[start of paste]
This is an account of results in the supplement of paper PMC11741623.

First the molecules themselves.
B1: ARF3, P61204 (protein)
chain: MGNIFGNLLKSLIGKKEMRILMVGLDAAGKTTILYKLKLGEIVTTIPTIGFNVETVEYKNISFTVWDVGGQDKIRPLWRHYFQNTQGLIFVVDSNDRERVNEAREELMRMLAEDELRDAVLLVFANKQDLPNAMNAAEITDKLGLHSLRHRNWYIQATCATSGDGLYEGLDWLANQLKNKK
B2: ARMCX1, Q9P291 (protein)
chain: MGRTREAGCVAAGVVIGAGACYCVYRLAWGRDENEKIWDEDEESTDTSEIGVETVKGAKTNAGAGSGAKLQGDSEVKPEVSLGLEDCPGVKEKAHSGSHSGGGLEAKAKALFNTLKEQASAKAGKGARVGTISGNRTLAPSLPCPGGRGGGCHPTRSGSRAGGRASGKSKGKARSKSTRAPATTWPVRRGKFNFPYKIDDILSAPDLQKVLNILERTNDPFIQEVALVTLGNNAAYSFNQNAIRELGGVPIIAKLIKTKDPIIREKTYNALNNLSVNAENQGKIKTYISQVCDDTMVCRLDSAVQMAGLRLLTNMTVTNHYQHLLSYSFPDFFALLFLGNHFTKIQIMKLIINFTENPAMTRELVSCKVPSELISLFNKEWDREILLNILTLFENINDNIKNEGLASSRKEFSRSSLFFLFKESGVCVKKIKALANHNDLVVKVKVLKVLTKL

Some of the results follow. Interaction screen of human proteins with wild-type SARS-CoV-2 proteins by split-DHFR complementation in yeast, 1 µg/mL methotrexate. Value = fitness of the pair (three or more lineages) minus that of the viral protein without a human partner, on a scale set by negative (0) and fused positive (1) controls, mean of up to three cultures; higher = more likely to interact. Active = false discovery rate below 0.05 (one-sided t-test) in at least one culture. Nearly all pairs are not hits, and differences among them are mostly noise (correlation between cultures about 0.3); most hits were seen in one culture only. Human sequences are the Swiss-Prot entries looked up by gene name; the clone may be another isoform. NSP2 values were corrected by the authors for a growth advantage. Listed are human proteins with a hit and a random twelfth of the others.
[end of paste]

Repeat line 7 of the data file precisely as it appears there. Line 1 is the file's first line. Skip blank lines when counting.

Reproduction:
Some of the results follow. Interaction screen of human proteins with wild-type SARS-CoV-2 proteins by split-DHFR complementation in yeast, 1 µg/mL methotrexate. Value = fitness of the pair (three or more lineages) minus that of the viral protein without a human partner, on a scale set by negative (0) and fused positive (1) controls, mean of up to three cultures; higher = more likely to interact. Active = false discovery rate below 0.05 (one-sided t-test) in at least one culture. Nearly all pairs are not hits, and differences among them are mostly noise (correlation between cultures about 0.3); most hits were seen in one culture only. Human sequences are the Swiss-Prot entries looked up by gene name; the clone may be another isoform. NSP2 values were corrected by the authors for a growth advantage. Listed are human proteins with a hit and a random twelfth of the others.